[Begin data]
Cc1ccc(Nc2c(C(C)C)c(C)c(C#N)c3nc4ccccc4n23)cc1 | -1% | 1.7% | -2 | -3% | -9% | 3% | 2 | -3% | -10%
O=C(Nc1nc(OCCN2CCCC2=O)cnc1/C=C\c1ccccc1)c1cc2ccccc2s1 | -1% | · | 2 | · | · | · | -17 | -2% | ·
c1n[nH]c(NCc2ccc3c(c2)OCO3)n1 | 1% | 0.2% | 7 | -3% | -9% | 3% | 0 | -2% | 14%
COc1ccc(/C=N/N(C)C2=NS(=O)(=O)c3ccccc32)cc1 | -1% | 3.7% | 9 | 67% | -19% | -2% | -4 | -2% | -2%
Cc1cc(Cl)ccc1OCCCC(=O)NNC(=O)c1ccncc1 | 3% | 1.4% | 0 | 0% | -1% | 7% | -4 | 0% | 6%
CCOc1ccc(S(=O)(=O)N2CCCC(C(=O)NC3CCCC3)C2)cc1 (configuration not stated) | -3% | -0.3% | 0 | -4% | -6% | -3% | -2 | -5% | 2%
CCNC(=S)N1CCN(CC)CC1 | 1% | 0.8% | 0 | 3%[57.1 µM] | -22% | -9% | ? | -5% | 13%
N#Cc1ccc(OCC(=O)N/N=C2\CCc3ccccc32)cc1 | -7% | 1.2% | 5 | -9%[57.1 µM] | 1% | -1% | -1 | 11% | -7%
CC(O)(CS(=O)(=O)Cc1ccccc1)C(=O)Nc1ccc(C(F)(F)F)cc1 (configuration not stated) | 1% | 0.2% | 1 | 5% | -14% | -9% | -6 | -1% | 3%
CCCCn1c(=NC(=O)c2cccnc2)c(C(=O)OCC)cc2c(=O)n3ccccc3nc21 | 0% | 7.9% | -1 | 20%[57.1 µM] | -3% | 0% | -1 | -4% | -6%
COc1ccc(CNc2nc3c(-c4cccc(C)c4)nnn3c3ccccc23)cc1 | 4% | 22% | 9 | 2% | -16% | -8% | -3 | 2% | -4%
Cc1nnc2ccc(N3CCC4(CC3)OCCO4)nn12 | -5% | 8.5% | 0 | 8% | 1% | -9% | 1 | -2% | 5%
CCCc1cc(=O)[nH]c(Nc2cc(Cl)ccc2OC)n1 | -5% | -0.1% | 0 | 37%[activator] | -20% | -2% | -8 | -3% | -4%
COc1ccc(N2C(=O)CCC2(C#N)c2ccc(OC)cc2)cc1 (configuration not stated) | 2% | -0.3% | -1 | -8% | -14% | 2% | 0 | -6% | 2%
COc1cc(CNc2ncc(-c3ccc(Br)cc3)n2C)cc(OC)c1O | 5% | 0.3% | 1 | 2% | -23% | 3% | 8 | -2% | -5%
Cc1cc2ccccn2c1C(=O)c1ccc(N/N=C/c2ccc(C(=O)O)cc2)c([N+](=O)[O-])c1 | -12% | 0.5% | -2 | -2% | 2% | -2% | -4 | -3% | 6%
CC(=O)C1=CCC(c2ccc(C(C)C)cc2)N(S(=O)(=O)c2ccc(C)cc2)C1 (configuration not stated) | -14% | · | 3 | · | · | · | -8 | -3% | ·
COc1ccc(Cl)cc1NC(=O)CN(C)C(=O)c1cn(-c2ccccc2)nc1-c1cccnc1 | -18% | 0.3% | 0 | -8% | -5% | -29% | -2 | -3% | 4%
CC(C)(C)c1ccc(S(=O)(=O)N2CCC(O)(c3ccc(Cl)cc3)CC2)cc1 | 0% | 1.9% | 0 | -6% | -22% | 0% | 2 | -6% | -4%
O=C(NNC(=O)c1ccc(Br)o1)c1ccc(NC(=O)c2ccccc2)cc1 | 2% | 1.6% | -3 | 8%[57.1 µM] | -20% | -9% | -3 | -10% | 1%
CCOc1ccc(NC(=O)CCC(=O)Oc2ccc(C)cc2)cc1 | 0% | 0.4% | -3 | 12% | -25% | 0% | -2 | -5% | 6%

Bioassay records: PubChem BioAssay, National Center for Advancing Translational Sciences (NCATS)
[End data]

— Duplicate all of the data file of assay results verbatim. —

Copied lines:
Cc1ccc(Nc2c(C(C)C)c(C)c(C#N)c3nc4ccccc4n23)cc1 | -1% | 1.7% | -2 | -3% | -9% | 3% | 2 | -3% | -10%
O=C(Nc1nc(OCCN2CCCC2=O)cnc1/C=C\c1ccccc1)c1cc2ccccc2s1 | -1% | · | 2 | · | · | · | -17 | -2% | ·
c1n[nH]c(NCc2ccc3c(c2)OCO3)n1 | 1% | 0.2% | 7 | -3% | -9% | 3% | 0 | -2% | 14%
COc1ccc(/C=N/N(C)C2=NS(=O)(=O)c3ccccc32)cc1 | -1% | 3.7% | 9 | 67% | -19% | -2% | -4 | -2% | -2%
Cc1cc(Cl)ccc1OCCCC(=O)NNC(=O)c1ccncc1 | 3% | 1.4% | 0 | 0% | -1% | 7% | -4 | 0% | 6%
CCOc1ccc(S(=O)(=O)N2CCCC(C(=O)NC3CCCC3)C2)cc1 (configuration not stated) | -3% | -0.3% | 0 | -4% | -6% | -3% | -2 | -5% | 2%
CCNC(=S)N1CCN(CC)CC1 | 1% | 0.8% | 0 | 3%[57.1 µM] | -22% | -9% | ? | -5% | 13%
N#Cc1ccc(OCC(=O)N/N=C2\CCc3ccccc32)cc1 | -7% | 1.2% | 5 | -9%[57.1 µM] | 1% | -1% | -1 | 11% | -7%
CC(O)(CS(=O)(=O)Cc1ccccc1)C(=O)Nc1ccc(C(F)(F)F)cc1 (configuration not stated) | 1% | 0.2% | 1 | 5% | -14% | -9% | -6 | -1% | 3%
CCCCn1c(=NC(=O)c2cccnc2)c(C(=O)OCC)cc2c(=O)n3ccccc3nc21 | 0% | 7.9% | -1 | 20%[57.1 µM] | -3% | 0% | -1 | -4% | -6%
COc1ccc(CNc2nc3c(-c4cccc(C)c4)nnn3c3ccccc23)cc1 | 4% | 22% | 9 | 2% | -16% | -8% | -3 | 2% | -4%
Cc1nnc2ccc(N3CCC4(CC3)OCCO4)nn12 | -5% | 8.5% | 0 | 8% | 1% | -9% | 1 | -2% | 5%
CCCc1cc(=O)[nH]c(Nc2cc(Cl)ccc2OC)n1 | -5% | -0.1% | 0 | 37%[activator] | -20% | -2% | -8 | -3% | -4%
COc1ccc(N2C(=O)CCC2(C#N)c2ccc(OC)cc2)cc1 (configuration not stated) | 2% | -0.3% | -1 | -8% | -14% | 2% | 0 | -6% | 2%
COc1cc(CNc2ncc(-c3ccc(Br)cc3)n2C)cc(OC)c1O | 5% | 0.3% | 1 | 2% | -23% | 3% | 8 | -2% | -5%
Cc1cc2ccccn2c1C(=O)c1ccc(N/N=C/c2ccc(C(=O)O)cc2)c([N+](=O)[O-])c1 | -12% | 0.5% | -2 | -2% | 2% | -2% | -4 | -3% | 6%
CC(=O)C1=CCC(c2ccc(C(C)C)cc2)N(S(=O)(=O)c2ccc(C)cc2)C1 (configuration not stated) | -14% | · | 3 | · | · | · | -8 | -3% | ·
COc1ccc(Cl)cc1NC(=O)CN(C)C(=O)c1cn(-c2ccccc2)nc1-c1cccnc1 | -18% | 0.3% | 0 | -8% | -5% | -29% | -2 | -3% | 4%
CC(C)(C)c1ccc(S(=O)(=O)N2CCC(O)(c3ccc(Cl)cc3)CC2)cc1 | 0% | 1.9% | 0 | -6% | -22% | 0% | 2 | -6% | -4%
O=C(NNC(=O)c1ccc(Br)o1)c1ccc(NC(=O)c2ccccc2)cc1 | 2% | 1.6% | -3 | 8%[57.1 µM] | -20% | -9% | -3 | -10% | 1%
CCOc1ccc(NC(=O)CCC(=O)Oc2ccc(C)cc2)cc1 | 0% | 0.4% | -3 | 12% | -25% | 0% | -2 | -5% | 6%

Bioassay records: PubChem BioAssay, National Center for Advancing Translational Sciences (NCATS)